30 December 2018

Grief, Fear, Dancing

On and off over the years we have woken to a CD alarm. Recently I switched the disc to the Tallis Scholars recording of Josquin's Missa Pange Lingua. Though I take issue with their modal reading (refusing to raise the leading tone for minor-chord cadences!) they make an enjoyable sound; and theirs was the only CD version available to me in the 90s of this Renaissance masterpiece. (Some of you may recall this also being the mass I recorded on two guitars). At the stroke of seven, as the opening chant first filled the bedroom, I became convulsed with sobs. It was one of those cries that seems to come out of nowhere yet out of everywhere. Twenty years ago, after the nurse phoned to inform us that my father's marathon of monitored starvation was run, this very music was playing as I entered his hospital room. Perhaps intending to have the whole album repeat, she had pressed the button on the CD-player that repeats the first track only. Knowing it to have been the last thing he heard in this life, I therefore experience this plainchant as a portal to his soul. One memory bridges to another from a few years before when, following an operation, Dad was lumbering around the house on crutches. I was painting window trim while Mahler's Third played on the stereo. Unable to conceal his sobs while passing by en route to the bathroom, he made an attempt at excusing himself muttering, "this music undoes me." Perhaps, then, I am genetically predisposed to such music-induced weeping.

Grief is terrifying to face until you do. In our culture most primarily associate the process with the passing of a loved one. But every day we have had to act OK with injustices around us in the local and global community. We need to grieve the indifference—in violation of our inherent nature—we adopted to get through each of these moments. A few weeks back the preacher at Emmanuel Episcopal in Eastsound (also a therapist) in discussing the alienation and injustice resulting from capitalism reflected, "all we can do is grieve." By this I believe he meant that we cannot take effective action without grieving first—that is, ceasing to numb. I think of the Argentinian song "Solo le pido a Dios": All I ask of God is that I don't become indifferent to pain, to injustice, to war, to deceit, or to the future. It feels like those elements have all ramped up in the 40 years since the composition of that song; the songwriter Leon Gieco, it must be remembered, was then living under military dictatorship. Grieving offers an antidote to indifference. During my period active in RC (Re-evaluation Counseling), I got practice "discharging" grief in the context of regularly scheduled sessions. I got to a lot of tears by repeating the direction "I refuse to numb myself to injustice in the world." No longer scheduled, I presently grieve only when it hits me. Every day the headlines confront us with the choice to numb or grieve. When choosing the former we slip into addictive behaviors—behaviors that, especially as practiced by the world's wealthiest, drive the destruction of our planet and all its species. As with music performance, we get what we practice. Numbing leads to more numbing and to cynicism. It is when we choose to grieve that we create an opening in our shield for hope to slip in.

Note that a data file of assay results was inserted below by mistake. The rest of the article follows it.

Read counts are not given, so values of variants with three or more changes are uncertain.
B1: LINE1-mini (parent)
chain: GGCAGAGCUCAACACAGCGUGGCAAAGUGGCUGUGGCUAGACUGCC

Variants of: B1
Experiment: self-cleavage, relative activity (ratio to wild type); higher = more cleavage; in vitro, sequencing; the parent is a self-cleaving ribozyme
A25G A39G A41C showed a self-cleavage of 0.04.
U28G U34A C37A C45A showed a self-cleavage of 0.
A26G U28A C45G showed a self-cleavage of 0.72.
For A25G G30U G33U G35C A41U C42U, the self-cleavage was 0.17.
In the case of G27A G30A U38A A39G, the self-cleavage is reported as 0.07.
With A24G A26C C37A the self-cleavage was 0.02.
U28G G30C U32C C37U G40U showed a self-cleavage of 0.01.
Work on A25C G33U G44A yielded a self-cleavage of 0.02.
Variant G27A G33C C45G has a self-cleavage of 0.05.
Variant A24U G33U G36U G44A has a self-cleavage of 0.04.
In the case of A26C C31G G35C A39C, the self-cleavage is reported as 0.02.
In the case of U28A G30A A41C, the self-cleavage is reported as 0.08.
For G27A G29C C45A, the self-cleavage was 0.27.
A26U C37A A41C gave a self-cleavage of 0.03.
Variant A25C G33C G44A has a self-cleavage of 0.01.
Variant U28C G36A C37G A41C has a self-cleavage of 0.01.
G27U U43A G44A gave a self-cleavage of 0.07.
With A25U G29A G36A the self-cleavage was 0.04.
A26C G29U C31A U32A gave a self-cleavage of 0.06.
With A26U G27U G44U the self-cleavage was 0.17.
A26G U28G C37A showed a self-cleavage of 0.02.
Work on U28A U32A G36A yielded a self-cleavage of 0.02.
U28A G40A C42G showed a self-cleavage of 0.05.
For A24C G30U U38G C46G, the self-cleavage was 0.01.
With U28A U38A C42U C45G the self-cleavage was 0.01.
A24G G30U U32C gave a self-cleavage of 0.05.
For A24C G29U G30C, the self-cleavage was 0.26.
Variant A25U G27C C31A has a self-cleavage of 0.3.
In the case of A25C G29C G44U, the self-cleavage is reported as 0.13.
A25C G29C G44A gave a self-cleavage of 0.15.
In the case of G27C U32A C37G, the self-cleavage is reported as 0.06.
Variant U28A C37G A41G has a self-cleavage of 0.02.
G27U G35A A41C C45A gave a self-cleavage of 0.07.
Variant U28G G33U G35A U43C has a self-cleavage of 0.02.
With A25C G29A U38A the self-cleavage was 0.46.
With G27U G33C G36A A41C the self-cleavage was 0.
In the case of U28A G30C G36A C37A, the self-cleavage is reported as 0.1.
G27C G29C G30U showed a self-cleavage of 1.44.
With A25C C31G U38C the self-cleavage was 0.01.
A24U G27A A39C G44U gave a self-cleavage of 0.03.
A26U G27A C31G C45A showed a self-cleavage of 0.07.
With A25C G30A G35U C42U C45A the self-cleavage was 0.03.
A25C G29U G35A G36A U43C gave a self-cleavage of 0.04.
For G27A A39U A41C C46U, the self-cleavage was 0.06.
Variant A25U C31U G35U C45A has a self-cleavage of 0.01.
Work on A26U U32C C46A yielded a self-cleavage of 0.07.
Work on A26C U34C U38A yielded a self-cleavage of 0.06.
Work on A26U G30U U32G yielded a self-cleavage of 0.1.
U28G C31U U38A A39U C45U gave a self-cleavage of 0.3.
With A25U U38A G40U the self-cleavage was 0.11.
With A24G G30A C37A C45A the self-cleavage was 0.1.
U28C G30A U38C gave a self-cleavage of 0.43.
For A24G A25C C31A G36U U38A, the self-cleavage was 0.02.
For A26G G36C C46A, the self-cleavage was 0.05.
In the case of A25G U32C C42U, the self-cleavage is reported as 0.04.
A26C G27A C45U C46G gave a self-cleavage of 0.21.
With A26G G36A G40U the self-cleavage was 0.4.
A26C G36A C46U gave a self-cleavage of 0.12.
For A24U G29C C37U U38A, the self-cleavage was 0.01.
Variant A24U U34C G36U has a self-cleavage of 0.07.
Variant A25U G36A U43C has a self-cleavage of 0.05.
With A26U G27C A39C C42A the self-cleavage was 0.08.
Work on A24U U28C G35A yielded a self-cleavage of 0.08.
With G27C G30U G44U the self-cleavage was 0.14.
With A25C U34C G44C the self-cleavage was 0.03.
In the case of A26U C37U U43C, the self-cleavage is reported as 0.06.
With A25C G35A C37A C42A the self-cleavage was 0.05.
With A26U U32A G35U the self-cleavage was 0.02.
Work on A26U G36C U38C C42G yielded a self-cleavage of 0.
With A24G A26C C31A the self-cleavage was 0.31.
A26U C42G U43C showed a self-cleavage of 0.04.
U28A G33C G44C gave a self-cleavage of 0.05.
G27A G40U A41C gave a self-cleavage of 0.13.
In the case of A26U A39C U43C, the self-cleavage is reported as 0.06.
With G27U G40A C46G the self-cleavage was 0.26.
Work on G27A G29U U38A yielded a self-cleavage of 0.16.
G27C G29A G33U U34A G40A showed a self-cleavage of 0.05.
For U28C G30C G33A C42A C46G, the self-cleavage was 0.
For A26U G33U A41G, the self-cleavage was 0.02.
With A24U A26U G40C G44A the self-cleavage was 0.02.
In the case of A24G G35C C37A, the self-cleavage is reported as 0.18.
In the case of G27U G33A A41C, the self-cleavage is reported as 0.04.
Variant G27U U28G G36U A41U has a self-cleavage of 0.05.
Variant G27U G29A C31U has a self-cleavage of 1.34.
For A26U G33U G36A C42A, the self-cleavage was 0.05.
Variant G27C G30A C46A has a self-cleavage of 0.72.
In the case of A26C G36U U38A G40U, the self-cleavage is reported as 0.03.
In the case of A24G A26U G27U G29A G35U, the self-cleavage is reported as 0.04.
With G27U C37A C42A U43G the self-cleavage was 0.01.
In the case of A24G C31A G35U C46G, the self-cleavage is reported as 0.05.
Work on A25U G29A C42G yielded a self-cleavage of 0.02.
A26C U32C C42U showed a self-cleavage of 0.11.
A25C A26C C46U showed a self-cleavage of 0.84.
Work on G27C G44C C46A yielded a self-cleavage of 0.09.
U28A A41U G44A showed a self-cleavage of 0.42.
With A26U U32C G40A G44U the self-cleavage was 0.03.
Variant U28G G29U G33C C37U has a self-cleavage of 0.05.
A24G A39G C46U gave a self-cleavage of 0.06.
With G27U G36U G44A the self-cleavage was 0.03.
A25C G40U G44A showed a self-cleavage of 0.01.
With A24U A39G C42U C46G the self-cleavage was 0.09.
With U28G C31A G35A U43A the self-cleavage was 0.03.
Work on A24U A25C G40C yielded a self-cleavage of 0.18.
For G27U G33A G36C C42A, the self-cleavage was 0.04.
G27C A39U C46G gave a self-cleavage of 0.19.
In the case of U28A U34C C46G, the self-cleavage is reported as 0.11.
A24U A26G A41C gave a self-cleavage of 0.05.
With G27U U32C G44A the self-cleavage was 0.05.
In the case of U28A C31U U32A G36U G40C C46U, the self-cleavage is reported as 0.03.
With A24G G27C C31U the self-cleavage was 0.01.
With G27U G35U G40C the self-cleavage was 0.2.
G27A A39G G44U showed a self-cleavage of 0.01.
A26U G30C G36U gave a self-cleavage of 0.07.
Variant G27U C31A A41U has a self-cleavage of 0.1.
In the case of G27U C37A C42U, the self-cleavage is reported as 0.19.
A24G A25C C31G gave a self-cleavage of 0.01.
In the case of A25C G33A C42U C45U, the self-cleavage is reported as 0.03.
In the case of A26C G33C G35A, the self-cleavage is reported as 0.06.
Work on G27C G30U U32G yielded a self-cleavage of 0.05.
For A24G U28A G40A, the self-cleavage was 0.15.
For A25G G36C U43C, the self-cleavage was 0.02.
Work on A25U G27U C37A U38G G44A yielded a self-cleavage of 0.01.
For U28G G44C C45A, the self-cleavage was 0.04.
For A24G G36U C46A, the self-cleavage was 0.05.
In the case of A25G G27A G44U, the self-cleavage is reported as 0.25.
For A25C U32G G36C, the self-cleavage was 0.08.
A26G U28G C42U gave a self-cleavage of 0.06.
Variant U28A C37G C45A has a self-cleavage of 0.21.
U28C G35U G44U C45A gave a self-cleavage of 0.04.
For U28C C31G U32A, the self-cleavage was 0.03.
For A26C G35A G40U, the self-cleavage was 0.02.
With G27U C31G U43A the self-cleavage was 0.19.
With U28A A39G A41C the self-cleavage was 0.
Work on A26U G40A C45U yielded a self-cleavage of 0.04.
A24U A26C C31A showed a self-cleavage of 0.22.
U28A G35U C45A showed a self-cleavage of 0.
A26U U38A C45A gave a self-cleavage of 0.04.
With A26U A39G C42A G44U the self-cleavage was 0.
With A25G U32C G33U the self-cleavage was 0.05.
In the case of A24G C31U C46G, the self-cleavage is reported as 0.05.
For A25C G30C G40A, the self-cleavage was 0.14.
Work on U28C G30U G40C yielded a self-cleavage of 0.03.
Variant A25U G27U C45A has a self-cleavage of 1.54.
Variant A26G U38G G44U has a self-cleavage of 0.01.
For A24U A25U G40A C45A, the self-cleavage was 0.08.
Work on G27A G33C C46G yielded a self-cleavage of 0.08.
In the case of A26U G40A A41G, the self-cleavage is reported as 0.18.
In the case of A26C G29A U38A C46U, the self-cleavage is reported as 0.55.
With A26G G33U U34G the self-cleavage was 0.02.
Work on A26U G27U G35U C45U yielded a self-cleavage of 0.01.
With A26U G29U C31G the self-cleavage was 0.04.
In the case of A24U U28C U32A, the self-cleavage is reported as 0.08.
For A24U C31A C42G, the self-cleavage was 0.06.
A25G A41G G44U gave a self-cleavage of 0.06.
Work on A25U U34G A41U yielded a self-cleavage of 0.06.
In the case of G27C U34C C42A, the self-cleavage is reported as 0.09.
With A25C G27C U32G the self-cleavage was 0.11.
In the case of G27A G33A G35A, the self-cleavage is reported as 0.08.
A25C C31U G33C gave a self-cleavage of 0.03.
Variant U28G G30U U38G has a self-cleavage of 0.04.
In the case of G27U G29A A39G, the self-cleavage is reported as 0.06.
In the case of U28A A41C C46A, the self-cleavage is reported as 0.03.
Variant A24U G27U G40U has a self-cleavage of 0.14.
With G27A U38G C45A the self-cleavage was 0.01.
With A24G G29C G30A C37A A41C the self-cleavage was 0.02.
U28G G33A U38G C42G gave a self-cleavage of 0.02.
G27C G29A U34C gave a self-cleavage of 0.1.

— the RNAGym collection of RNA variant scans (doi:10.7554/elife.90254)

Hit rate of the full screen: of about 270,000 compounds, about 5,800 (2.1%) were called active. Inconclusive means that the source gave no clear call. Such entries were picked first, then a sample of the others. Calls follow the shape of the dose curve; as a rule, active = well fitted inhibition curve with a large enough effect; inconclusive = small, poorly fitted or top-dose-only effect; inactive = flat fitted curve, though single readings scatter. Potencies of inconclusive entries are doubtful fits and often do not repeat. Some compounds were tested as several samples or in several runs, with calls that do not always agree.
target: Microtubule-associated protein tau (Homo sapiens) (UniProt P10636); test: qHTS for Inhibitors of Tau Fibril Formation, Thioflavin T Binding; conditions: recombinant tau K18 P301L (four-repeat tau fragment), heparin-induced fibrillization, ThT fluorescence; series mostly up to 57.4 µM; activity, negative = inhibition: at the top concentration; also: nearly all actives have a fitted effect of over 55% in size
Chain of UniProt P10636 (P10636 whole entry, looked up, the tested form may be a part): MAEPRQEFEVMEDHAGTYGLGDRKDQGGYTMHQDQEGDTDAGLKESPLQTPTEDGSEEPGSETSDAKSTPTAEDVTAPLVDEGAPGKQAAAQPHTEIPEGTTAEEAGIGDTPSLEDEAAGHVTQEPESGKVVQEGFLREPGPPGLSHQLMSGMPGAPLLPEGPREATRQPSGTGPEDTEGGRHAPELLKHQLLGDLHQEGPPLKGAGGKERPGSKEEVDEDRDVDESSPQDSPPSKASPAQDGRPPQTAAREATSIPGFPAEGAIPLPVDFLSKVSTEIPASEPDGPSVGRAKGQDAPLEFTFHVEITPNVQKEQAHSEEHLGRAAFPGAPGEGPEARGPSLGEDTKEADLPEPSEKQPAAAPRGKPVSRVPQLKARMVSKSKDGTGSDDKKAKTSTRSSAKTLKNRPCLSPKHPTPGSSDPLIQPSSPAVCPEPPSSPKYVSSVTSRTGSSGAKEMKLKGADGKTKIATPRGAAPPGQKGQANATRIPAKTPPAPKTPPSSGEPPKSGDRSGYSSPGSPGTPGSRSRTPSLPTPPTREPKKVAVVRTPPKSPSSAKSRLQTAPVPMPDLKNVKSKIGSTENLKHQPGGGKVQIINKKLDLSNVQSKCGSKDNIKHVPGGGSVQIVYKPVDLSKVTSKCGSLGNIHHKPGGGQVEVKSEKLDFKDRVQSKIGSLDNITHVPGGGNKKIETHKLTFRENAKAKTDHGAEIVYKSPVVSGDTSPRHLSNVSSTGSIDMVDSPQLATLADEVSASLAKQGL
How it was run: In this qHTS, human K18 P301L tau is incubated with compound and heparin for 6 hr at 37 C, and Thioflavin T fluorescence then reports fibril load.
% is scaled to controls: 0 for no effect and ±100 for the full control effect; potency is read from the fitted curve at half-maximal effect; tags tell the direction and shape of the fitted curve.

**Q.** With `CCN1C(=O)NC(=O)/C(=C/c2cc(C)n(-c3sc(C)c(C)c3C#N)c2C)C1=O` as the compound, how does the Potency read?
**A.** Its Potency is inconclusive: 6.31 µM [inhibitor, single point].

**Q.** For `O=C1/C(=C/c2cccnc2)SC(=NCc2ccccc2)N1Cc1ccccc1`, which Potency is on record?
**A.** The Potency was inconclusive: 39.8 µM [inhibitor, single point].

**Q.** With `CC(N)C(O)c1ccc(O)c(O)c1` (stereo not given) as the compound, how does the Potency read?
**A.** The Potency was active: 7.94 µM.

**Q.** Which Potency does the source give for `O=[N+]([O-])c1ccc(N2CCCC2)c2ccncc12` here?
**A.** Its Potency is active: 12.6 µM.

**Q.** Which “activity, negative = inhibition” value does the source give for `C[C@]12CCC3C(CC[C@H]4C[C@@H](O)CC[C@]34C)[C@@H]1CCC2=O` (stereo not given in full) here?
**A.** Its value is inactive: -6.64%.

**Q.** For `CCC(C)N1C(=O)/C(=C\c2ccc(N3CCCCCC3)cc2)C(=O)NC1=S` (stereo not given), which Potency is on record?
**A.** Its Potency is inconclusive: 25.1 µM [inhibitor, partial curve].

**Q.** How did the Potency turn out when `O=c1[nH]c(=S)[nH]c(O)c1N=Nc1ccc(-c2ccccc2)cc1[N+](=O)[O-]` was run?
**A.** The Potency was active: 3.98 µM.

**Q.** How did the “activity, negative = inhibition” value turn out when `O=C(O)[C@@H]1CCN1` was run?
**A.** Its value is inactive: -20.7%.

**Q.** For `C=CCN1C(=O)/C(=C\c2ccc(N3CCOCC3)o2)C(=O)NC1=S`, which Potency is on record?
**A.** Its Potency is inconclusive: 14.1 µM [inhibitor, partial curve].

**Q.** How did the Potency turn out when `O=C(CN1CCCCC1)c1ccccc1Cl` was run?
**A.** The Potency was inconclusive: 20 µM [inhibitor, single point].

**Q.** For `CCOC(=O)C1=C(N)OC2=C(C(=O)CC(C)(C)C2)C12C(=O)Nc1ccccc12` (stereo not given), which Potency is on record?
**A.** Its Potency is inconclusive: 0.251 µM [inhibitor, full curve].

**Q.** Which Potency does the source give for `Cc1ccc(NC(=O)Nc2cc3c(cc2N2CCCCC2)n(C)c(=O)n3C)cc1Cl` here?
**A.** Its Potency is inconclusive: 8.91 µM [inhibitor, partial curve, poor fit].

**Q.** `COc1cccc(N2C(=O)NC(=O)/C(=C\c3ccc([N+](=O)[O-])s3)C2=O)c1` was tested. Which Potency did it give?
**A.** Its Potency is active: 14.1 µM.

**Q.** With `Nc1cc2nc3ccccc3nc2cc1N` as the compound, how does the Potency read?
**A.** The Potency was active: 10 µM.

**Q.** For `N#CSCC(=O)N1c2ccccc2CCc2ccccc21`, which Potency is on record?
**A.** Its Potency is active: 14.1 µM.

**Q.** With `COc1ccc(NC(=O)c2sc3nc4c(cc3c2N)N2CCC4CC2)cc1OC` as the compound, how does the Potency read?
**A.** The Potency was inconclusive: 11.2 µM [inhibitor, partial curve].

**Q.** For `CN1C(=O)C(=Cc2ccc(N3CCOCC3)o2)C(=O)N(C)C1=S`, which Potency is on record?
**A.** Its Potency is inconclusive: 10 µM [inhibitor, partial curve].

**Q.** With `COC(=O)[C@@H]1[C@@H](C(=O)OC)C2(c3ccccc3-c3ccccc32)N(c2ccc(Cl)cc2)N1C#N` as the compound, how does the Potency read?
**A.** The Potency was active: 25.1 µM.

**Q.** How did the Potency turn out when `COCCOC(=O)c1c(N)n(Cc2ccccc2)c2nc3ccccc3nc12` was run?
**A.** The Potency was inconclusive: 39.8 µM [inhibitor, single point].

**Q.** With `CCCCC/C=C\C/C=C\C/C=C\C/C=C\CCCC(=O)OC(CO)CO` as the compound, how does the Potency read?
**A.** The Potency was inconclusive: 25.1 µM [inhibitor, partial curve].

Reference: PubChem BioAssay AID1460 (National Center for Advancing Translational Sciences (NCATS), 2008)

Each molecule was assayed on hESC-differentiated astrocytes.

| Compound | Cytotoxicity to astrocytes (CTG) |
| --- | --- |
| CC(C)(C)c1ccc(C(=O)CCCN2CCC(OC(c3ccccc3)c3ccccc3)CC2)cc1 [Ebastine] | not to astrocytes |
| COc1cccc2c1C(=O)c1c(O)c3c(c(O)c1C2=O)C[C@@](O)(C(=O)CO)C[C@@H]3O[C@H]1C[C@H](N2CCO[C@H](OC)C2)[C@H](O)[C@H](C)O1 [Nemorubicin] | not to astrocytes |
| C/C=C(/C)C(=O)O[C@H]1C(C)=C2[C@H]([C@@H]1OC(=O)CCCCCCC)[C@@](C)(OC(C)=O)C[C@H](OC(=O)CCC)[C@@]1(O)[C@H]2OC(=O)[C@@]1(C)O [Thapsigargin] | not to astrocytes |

Those of us who have administered substance use disorder assessments know the diagnostic criteria that qualify a client for mild, moderate and severe levels. Most of these concern willful ignoring the consequences of use (exemplified in another song: "there's a hole in daddy's arm where all the money goes.") Unchecked addiction to lining one's pockets might explain how some born predisposed to compassion for living things can develop the tolerance for cruelty seen today. For the addict brain is a merciless hungry reptile—the crocodile waiting under the bridge for whatever prey falls in. The addict brain experiences fear but understands nothing. I imagine it dwells within all of us to a greater or lesser degree. As a child it was of utmost importance that the closet door be closed at night because I was imagined there to be ghosts in there. As I matured so did my fears. Autocratic leaders, driven by their own addictions to wealth and power, gauge their message to the fear-maturity of the public they were misplacedly entrusted to serve. 

As much as I miss having more time to devote to music*, having the day job as a therapist helps moderate my own addictive proclivities and maintain something of a balance between serving others and indulging myself. Recently becoming a provider in the suspect mental health system has given me a glimpse through the eyes of those challenged by societal expectations. Who am I to say whether my ability to cope is any less functional than their dysregulation over being expected to cope with a world that makes so little sense? Perhaps you have been hearing recently about Swedish climate activist Greta Thunberg, 15, diagnosed with depression, obsessive compulsive, and autism spectrum disorders. The first two would appear appropriate reactions to having one's eyes open to present reality (that on top of whatever personal trauma may have been experienced). The latter (neurological) diagnosis—whether resulting from genetics, toxins in the environment, or whatever—affords her a perspective in social interactions that cuts through the BS. Being a female young person adds to her vulnerability—a vulnerability that qualifies her to speak truth to numbed-out adults. In addiction treatment we also assess for stages of change: Pre-contemplation, Contemplation, Preparation, and Action being the first four. Greta is in the Action stage, and she implores the rest of us to leave behind the self-involvement that keeps us in fumbling about in the first two stages. She may not picture herself courageous as much as sensible. Her activism is a dual intervention on behalf of her own mental health and a terminally ill planet. Allen Ivey (who I read for a career development class) wrote about the therapeutic value in "client-collaborators" taking decisive actions against the societal sources of their oppression. Systemically we penalize those who cannot accommodate themselves to an irrational culture and reward those who can. But we desperately need the former to lead us out of this mess we're in.